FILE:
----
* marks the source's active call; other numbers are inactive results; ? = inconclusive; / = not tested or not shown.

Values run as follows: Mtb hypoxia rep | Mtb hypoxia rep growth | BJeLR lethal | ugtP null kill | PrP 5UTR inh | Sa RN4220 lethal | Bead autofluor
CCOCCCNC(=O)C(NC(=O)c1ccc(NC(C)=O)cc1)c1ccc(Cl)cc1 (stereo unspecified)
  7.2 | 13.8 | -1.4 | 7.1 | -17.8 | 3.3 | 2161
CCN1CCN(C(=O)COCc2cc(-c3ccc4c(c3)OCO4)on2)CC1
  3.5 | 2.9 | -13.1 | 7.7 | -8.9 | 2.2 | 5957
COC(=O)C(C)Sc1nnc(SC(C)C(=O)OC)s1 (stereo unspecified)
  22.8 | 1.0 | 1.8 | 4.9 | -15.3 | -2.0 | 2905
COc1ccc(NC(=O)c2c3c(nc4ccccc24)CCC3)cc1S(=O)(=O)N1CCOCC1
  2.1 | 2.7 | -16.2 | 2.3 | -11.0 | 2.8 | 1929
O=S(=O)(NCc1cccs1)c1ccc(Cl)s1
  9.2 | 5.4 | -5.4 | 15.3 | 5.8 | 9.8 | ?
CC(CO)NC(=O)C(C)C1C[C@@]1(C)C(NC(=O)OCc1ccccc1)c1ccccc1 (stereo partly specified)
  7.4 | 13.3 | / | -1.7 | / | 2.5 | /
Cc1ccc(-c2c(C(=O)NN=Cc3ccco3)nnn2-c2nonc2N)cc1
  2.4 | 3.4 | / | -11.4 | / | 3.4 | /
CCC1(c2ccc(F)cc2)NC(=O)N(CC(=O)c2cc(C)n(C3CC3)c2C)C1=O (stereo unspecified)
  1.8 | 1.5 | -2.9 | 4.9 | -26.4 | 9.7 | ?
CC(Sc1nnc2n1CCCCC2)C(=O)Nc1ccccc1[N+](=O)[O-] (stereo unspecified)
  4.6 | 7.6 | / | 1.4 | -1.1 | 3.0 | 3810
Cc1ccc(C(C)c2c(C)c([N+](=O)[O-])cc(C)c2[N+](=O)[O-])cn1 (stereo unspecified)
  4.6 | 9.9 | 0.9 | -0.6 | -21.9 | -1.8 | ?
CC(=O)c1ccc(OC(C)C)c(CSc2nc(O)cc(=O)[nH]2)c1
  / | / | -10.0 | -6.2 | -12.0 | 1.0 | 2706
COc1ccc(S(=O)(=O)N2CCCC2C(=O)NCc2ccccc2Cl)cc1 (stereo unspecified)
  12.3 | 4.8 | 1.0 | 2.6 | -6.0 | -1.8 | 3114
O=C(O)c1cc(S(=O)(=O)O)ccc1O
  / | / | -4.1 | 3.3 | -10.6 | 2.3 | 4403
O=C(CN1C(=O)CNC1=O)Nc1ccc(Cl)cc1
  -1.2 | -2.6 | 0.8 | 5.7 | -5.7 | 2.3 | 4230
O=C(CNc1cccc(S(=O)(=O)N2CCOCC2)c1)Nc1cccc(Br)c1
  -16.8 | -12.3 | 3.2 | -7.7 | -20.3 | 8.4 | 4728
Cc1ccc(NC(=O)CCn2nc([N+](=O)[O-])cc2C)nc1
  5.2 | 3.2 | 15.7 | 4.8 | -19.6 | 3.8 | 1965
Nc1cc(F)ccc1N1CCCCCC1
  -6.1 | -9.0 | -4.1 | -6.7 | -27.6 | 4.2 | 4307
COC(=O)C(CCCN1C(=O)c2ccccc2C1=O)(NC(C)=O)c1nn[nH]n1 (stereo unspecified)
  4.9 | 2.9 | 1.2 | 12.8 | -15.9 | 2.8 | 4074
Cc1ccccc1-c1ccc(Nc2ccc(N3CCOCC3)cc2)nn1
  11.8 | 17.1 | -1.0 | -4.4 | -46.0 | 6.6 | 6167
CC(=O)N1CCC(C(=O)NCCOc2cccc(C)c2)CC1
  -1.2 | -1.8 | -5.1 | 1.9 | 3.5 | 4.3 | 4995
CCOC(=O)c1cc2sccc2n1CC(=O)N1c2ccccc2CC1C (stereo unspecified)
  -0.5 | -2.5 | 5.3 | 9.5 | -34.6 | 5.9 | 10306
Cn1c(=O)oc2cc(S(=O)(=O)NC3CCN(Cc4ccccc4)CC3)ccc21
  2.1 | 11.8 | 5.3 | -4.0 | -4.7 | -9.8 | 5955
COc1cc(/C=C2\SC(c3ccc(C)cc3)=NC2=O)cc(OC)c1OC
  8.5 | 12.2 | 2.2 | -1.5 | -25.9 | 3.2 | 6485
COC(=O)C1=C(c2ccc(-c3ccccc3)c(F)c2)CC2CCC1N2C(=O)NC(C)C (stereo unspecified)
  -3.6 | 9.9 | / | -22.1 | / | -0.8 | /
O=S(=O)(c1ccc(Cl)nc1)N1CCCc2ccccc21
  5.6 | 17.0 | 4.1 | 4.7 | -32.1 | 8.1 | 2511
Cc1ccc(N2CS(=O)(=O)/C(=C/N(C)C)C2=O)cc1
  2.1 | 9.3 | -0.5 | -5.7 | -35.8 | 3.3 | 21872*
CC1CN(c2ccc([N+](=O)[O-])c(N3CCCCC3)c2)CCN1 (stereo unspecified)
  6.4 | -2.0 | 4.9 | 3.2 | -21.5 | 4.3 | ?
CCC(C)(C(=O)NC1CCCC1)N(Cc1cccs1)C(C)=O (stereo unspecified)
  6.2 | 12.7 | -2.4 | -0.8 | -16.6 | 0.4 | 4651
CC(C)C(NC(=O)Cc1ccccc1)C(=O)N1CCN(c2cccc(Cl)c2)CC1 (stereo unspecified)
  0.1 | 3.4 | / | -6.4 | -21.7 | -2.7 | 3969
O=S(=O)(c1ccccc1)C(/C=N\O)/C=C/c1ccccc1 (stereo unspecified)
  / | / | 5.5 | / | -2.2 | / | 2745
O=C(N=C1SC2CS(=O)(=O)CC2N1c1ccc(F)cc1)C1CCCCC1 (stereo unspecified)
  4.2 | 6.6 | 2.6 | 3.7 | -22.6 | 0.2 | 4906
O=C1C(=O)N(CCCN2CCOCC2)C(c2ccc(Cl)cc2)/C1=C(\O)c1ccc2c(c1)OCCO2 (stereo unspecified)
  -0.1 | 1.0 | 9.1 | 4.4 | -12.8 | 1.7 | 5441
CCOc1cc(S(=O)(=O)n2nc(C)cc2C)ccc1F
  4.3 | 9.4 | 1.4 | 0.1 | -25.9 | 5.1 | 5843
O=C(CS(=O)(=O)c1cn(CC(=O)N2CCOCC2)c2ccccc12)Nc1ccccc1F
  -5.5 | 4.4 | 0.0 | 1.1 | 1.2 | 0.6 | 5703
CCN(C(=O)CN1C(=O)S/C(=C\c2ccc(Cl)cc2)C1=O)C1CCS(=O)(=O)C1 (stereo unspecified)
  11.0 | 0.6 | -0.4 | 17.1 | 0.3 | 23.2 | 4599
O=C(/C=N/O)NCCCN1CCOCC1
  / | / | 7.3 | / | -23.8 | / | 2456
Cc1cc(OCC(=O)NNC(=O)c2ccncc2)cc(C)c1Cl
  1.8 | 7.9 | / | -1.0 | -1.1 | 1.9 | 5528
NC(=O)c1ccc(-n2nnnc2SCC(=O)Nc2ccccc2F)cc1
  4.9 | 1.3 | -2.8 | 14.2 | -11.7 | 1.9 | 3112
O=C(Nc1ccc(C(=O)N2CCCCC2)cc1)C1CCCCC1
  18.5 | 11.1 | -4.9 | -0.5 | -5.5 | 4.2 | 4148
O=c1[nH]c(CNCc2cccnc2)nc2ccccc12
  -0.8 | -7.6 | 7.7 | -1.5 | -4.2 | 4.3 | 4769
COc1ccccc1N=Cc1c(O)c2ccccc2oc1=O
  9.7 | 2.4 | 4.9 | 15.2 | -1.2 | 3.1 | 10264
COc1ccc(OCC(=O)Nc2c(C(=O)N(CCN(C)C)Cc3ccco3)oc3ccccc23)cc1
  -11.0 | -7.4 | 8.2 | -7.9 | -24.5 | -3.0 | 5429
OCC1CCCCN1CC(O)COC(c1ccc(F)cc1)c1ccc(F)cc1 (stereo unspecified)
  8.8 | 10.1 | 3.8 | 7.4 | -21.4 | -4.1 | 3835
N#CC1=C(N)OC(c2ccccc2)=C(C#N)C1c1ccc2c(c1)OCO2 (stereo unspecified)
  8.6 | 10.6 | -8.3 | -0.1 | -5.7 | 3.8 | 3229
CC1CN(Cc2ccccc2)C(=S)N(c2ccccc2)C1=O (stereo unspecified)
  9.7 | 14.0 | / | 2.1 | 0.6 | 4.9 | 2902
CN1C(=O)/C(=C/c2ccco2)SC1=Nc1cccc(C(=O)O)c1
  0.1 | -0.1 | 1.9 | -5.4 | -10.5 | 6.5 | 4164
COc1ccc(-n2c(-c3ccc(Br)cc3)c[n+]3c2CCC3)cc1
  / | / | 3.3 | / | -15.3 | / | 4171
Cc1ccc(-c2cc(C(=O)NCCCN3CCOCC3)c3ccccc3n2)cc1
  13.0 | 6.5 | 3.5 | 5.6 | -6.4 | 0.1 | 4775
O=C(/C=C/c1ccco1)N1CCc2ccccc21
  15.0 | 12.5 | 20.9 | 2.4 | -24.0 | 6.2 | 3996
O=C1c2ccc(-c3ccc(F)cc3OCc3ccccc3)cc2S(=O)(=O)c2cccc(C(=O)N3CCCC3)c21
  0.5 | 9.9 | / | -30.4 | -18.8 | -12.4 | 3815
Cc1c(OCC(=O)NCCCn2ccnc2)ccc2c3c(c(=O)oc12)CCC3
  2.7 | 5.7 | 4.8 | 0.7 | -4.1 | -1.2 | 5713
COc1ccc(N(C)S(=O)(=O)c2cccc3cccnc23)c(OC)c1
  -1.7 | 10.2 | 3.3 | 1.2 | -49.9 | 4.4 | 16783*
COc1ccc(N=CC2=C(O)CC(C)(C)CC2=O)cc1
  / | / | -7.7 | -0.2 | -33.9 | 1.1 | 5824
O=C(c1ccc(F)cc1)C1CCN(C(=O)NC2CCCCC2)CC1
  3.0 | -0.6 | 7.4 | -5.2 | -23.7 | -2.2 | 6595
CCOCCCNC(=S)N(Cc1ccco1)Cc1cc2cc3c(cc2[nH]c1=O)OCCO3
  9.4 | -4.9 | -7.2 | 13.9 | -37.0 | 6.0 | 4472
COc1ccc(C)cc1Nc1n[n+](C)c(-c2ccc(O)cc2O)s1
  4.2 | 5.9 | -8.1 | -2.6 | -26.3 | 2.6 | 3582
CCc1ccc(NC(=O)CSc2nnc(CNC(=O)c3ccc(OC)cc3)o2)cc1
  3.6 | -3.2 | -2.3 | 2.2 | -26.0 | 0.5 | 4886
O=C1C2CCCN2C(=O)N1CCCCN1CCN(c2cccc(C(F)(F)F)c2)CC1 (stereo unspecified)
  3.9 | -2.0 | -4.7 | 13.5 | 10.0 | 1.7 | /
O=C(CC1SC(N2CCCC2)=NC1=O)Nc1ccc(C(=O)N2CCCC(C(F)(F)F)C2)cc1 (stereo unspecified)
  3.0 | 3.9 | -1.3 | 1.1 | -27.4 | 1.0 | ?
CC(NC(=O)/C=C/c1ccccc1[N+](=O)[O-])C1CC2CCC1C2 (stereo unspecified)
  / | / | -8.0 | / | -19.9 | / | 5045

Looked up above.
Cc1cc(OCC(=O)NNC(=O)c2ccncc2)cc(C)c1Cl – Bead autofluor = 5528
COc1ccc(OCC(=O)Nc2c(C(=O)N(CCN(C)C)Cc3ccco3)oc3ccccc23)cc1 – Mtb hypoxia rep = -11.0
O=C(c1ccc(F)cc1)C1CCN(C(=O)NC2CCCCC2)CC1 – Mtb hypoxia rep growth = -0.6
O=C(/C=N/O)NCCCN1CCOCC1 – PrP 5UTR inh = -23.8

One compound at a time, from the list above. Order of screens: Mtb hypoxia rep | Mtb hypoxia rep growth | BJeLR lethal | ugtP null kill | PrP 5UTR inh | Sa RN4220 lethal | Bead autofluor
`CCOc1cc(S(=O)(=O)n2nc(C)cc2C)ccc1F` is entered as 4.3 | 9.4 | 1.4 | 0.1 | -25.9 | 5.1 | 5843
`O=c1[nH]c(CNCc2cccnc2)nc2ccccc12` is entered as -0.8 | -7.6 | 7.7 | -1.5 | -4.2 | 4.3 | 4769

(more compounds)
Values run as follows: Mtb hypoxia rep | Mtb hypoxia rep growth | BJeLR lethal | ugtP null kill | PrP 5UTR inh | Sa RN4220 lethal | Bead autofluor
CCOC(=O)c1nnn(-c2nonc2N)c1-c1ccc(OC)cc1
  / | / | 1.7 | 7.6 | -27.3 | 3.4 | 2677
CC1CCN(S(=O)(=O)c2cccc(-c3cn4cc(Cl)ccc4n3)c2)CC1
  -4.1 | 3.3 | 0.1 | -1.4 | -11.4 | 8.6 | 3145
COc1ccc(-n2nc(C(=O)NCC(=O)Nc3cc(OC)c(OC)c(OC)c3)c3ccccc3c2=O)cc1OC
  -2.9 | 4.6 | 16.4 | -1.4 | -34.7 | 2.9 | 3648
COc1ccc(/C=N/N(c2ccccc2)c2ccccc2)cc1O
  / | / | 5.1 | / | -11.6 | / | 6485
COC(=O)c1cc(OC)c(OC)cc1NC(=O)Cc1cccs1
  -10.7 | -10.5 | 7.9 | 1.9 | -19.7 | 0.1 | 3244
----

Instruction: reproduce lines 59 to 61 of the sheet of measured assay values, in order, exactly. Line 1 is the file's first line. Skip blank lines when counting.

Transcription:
CC(C)C(NC(=O)Cc1ccccc1)C(=O)N1CCN(c2cccc(Cl)c2)CC1 (stereo unspecified)
  0.1 | 3.4 | / | -6.4 | -21.7 | -2.7 | 3969
O=S(=O)(c1ccccc1)C(/C=N\O)/C=C/c1ccccc1 (stereo unspecified)